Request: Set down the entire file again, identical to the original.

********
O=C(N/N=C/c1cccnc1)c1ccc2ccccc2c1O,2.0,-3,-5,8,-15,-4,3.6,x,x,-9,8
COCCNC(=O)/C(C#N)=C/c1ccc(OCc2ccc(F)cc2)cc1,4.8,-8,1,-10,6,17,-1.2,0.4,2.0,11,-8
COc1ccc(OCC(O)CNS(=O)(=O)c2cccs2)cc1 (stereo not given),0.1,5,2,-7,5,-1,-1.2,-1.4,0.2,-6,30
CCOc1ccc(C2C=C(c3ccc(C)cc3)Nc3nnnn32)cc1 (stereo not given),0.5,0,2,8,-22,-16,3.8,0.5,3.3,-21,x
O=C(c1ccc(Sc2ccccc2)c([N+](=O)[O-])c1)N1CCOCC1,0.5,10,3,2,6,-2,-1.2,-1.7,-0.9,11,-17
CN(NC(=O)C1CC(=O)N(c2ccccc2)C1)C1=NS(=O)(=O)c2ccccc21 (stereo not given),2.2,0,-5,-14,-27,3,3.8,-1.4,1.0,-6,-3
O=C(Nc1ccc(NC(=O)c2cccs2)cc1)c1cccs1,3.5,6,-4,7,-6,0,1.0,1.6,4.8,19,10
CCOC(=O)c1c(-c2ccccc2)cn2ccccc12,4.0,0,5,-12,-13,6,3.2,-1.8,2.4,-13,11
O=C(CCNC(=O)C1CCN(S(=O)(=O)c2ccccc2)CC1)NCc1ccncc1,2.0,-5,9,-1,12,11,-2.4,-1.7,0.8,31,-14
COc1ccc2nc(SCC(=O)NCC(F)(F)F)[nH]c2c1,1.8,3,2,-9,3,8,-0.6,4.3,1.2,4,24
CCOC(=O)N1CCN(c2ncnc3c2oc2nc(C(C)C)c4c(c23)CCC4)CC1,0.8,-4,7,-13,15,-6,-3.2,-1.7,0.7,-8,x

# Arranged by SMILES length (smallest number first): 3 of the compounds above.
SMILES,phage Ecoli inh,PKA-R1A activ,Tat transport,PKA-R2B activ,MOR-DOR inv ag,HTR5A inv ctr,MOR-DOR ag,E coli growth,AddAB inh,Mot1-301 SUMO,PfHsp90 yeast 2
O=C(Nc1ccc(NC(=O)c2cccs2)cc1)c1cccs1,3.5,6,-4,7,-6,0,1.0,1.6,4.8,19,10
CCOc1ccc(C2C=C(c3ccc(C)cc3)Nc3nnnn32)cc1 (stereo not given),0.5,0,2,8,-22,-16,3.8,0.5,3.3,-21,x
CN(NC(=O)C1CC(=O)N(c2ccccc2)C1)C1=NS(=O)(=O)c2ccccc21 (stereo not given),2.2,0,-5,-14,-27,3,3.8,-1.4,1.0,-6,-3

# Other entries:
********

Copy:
O=C(N/N=C/c1cccnc1)c1ccc2ccccc2c1O,2.0,-3,-5,8,-15,-4,3.6,x,x,-9,8
COCCNC(=O)/C(C#N)=C/c1ccc(OCc2ccc(F)cc2)cc1,4.8,-8,1,-10,6,17,-1.2,0.4,2.0,11,-8
COc1ccc(OCC(O)CNS(=O)(=O)c2cccs2)cc1 (stereo not given),0.1,5,2,-7,5,-1,-1.2,-1.4,0.2,-6,30
CCOc1ccc(C2C=C(c3ccc(C)cc3)Nc3nnnn32)cc1 (stereo not given),0.5,0,2,8,-22,-16,3.8,0.5,3.3,-21,x
O=C(c1ccc(Sc2ccccc2)c([N+](=O)[O-])c1)N1CCOCC1,0.5,10,3,2,6,-2,-1.2,-1.7,-0.9,11,-17
CN(NC(=O)C1CC(=O)N(c2ccccc2)C1)C1=NS(=O)(=O)c2ccccc21 (stereo not given),2.2,0,-5,-14,-27,3,3.8,-1.4,1.0,-6,-3
O=C(Nc1ccc(NC(=O)c2cccs2)cc1)c1cccs1,3.5,6,-4,7,-6,0,1.0,1.6,4.8,19,10
CCOC(=O)c1c(-c2ccccc2)cn2ccccc12,4.0,0,5,-12,-13,6,3.2,-1.8,2.4,-13,11
O=C(CCNC(=O)C1CCN(S(=O)(=O)c2ccccc2)CC1)NCc1ccncc1,2.0,-5,9,-1,12,11,-2.4,-1.7,0.8,31,-14
COc1ccc2nc(SCC(=O)NCC(F)(F)F)[nH]c2c1,1.8,3,2,-9,3,8,-0.6,4.3,1.2,4,24
CCOC(=O)N1CCN(c2ncnc3c2oc2nc(C(C)C)c4c(c23)CCC4)CC1,0.8,-4,7,-13,15,-6,-3.2,-1.7,0.7,-8,x

# Arranged by SMILES length (smallest number first): 3 of the compounds above.
SMILES,phage Ecoli inh,PKA-R1A activ,Tat transport,PKA-R2B activ,MOR-DOR inv ag,HTR5A inv ctr,MOR-DOR ag,E coli growth,AddAB inh,Mot1-301 SUMO,PfHsp90 yeast 2
O=C(Nc1ccc(NC(=O)c2cccs2)cc1)c1cccs1,3.5,6,-4,7,-6,0,1.0,1.6,4.8,19,10
CCOc1ccc(C2C=C(c3ccc(C)cc3)Nc3nnnn32)cc1 (stereo not given),0.5,0,2,8,-22,-16,3.8,0.5,3.3,-21,x
CN(NC(=O)C1CC(=O)N(c2ccccc2)C1)C1=NS(=O)(=O)c2ccccc21 (stereo not given),2.2,0,-5,-14,-27,3,3.8,-1.4,1.0,-6,-3

# Other entries: